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Postby Diana_Diep2I » Thu Jan 30, 2020 9:40 am

Will we be using the integral equation? When will we use w=-P∆V and when will we use the integral? What is the difference between them? Is it because in the integral, external pressure may not be constant?

Izzie Capra 2E
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Re: Integral

Postby Izzie Capra 2E » Thu Jan 30, 2020 9:46 am

I believe Lavelle will simplify the integral equation next lecture. In the textbook, there is an equation that is much easier to work with--I believe he will be discussing that. This one was used when discussing reversible, isothermal expansion reactions: the ones done in small steps (hence the integral). P is constant but volume is changing. Expansion of gas held at constant pressure is represented by the equation w=p times delta v.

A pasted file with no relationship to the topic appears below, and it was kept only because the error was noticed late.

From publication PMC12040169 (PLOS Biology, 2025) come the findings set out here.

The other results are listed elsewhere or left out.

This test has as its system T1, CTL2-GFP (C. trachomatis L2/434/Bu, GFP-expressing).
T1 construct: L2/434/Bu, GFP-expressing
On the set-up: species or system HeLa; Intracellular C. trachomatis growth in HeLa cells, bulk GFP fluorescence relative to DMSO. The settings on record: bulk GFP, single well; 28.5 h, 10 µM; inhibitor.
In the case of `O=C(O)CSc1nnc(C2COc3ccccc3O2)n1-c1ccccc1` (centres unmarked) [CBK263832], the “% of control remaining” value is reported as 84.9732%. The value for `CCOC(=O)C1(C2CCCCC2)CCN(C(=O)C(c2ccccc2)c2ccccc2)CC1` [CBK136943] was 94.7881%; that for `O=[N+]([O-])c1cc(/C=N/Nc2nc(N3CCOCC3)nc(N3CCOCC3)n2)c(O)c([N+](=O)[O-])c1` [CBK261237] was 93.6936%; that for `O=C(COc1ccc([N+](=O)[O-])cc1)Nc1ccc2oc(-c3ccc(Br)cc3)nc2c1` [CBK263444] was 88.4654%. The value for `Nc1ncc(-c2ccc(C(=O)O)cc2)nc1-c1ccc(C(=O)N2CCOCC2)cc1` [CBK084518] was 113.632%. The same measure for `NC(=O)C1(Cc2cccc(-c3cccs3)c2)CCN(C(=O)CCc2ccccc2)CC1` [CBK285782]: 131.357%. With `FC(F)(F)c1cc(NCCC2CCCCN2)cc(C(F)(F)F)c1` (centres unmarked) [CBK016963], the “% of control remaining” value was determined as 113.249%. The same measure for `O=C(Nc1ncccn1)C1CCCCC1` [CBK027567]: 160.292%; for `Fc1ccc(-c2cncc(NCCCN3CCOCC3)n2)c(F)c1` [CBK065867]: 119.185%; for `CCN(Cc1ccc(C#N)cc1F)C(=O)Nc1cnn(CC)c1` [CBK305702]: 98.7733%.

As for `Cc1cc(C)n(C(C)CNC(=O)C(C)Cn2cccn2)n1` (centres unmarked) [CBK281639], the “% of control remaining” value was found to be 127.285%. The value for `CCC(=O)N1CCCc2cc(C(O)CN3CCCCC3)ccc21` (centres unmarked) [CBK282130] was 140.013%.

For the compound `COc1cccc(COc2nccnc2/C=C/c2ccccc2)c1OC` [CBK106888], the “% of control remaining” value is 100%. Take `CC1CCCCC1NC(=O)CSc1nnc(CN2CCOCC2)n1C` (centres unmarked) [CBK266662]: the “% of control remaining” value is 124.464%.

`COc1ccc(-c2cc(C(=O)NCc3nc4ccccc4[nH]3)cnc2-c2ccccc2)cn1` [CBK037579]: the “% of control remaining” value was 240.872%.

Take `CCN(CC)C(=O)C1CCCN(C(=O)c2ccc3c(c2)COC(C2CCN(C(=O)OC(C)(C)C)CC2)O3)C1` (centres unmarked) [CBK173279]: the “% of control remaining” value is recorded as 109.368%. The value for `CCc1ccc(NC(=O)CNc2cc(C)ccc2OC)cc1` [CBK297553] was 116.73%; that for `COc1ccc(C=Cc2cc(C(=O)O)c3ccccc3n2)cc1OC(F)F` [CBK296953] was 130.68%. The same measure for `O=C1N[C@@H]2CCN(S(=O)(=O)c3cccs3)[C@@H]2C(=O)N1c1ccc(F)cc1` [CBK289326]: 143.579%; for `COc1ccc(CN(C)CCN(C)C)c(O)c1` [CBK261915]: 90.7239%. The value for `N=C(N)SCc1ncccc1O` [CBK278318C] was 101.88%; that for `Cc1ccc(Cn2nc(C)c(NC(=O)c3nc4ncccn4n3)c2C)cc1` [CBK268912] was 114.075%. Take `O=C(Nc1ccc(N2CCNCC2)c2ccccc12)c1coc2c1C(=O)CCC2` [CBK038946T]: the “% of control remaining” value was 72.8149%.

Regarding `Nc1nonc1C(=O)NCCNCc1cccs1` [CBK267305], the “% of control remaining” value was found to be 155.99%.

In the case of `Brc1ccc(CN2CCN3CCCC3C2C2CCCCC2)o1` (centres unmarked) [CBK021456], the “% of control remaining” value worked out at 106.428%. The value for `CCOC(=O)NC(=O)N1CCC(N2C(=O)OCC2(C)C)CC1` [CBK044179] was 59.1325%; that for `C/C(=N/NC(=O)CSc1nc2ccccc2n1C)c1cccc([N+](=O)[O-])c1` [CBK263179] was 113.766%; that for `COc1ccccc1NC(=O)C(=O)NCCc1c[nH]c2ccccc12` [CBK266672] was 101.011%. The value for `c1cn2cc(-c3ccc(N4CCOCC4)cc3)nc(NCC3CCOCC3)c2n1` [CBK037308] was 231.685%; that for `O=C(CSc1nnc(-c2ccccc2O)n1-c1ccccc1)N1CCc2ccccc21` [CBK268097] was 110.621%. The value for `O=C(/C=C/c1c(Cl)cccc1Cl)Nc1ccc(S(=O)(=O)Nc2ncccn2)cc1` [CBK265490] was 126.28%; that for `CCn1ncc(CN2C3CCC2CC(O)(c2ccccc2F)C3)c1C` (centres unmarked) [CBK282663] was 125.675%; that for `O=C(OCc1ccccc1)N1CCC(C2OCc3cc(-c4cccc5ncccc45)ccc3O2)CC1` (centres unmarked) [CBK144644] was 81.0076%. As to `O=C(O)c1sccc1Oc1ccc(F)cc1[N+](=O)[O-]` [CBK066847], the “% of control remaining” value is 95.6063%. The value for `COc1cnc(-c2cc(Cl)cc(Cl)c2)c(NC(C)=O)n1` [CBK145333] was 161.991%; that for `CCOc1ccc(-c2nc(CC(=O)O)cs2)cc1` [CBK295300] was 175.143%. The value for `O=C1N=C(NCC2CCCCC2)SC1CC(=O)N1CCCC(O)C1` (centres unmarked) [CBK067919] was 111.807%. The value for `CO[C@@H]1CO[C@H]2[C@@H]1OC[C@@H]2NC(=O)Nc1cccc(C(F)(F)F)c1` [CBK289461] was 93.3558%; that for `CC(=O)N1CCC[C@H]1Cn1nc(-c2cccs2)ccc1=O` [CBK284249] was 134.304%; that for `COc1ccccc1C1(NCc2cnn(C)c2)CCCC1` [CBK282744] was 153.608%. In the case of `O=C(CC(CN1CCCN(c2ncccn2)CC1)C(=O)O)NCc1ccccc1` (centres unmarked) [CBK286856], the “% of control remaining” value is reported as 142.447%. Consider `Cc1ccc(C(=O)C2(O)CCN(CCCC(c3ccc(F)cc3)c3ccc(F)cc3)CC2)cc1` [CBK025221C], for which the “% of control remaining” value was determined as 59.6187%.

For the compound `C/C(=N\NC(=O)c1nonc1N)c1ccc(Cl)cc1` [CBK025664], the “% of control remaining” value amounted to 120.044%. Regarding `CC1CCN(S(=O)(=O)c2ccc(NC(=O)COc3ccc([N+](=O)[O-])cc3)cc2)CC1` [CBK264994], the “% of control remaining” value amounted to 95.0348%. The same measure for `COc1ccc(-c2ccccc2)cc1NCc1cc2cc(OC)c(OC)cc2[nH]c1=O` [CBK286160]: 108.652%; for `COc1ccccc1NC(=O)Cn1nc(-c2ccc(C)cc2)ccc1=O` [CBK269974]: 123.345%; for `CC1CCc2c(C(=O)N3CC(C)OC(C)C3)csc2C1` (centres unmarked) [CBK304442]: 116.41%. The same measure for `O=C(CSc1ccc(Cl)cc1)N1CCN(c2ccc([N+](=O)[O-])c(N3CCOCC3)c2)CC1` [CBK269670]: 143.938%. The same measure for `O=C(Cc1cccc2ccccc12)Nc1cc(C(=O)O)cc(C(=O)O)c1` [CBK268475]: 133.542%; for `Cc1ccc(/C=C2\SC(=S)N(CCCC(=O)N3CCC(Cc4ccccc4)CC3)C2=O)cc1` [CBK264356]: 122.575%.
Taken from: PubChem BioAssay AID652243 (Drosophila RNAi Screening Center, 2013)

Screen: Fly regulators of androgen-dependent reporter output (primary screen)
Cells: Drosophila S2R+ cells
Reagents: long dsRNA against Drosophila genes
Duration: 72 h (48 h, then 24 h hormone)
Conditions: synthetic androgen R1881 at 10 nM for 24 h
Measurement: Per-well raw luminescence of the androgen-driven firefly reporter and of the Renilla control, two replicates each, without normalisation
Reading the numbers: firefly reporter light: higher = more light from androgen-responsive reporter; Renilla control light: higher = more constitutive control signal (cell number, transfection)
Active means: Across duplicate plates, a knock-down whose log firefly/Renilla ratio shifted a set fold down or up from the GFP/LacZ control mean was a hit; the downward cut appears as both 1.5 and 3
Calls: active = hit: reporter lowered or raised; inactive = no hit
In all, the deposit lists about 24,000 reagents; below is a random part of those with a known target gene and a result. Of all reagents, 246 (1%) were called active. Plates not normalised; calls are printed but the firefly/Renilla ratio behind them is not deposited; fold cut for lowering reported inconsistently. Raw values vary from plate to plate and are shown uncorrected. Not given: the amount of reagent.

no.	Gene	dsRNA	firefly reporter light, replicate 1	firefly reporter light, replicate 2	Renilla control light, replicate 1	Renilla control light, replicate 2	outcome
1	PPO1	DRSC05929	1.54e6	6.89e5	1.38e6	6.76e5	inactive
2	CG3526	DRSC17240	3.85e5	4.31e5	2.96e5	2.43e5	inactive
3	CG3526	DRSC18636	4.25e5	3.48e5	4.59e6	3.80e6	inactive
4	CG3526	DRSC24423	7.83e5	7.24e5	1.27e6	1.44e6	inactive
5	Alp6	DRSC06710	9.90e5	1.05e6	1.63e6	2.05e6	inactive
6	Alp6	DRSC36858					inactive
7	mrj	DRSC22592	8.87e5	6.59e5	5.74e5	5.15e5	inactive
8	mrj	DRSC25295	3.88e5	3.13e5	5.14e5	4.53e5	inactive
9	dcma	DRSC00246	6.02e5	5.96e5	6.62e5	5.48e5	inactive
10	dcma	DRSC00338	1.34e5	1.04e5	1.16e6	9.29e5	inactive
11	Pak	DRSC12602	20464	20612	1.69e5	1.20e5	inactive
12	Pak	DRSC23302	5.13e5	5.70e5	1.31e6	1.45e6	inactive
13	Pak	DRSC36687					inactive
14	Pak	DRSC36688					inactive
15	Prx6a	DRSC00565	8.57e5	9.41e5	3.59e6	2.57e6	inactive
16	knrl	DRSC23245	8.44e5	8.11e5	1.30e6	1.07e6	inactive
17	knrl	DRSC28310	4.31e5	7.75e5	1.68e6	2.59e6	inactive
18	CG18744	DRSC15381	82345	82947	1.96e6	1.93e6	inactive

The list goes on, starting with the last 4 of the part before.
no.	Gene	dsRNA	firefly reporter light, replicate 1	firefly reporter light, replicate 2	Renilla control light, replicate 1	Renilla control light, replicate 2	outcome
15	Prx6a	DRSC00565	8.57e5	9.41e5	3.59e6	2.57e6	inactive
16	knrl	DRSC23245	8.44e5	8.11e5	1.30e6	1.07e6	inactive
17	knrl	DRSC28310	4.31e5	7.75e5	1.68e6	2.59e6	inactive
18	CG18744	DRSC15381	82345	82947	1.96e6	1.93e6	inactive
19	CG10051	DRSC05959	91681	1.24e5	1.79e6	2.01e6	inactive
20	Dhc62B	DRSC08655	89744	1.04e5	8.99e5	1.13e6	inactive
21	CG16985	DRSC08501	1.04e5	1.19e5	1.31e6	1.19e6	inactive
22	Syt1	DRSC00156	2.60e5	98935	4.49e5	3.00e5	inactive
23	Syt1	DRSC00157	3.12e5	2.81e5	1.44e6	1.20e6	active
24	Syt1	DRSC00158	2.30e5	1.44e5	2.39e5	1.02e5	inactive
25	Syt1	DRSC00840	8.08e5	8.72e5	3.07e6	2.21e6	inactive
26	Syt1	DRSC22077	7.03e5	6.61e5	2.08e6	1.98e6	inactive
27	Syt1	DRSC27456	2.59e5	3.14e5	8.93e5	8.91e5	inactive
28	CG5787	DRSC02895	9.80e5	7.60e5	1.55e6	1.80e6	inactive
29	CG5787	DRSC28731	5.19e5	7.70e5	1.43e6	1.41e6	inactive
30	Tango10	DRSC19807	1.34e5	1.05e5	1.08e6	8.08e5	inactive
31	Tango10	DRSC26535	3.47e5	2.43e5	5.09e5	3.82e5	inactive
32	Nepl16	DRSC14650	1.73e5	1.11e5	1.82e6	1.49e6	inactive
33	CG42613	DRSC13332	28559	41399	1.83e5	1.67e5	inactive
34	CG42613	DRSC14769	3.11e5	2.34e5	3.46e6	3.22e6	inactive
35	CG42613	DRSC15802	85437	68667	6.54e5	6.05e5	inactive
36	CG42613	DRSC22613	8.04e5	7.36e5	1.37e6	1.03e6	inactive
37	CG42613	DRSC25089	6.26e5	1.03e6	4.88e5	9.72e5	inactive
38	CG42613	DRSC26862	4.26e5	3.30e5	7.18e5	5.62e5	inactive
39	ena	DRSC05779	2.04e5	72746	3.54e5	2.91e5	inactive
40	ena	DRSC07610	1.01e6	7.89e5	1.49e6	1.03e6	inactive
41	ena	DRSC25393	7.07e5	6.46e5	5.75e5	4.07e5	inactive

Leonardo Le Merle 1D
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Re: Integral

Postby Leonardo Le Merle 1D » Thu Jan 30, 2020 10:11 am

I also had confusion with this part of the lecture as I'm currently in Math 3B and we haven't covered integrals yet; if someone could clarify what exactly v1{v2 means that'd be great.

Bryce Barbee
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Re: Integral

Postby Bryce Barbee » Thu Jan 30, 2020 10:38 am

I dont think that we will use the integral equation. I think it is more to show that the Wby is equation to the area under a graph of pressure vs volume.

Anisha Chandra 1K
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Re: Integral

Postby Anisha Chandra 1K » Thu Jan 30, 2020 12:00 pm

I think you should just know that an integral is used to sum a series of steps, and in this case infinitesimal changes. It's basically the area under a curve, so the reason we use it to sum up infinitesimal changes is so we can sum the change in a pressure/volume curve.

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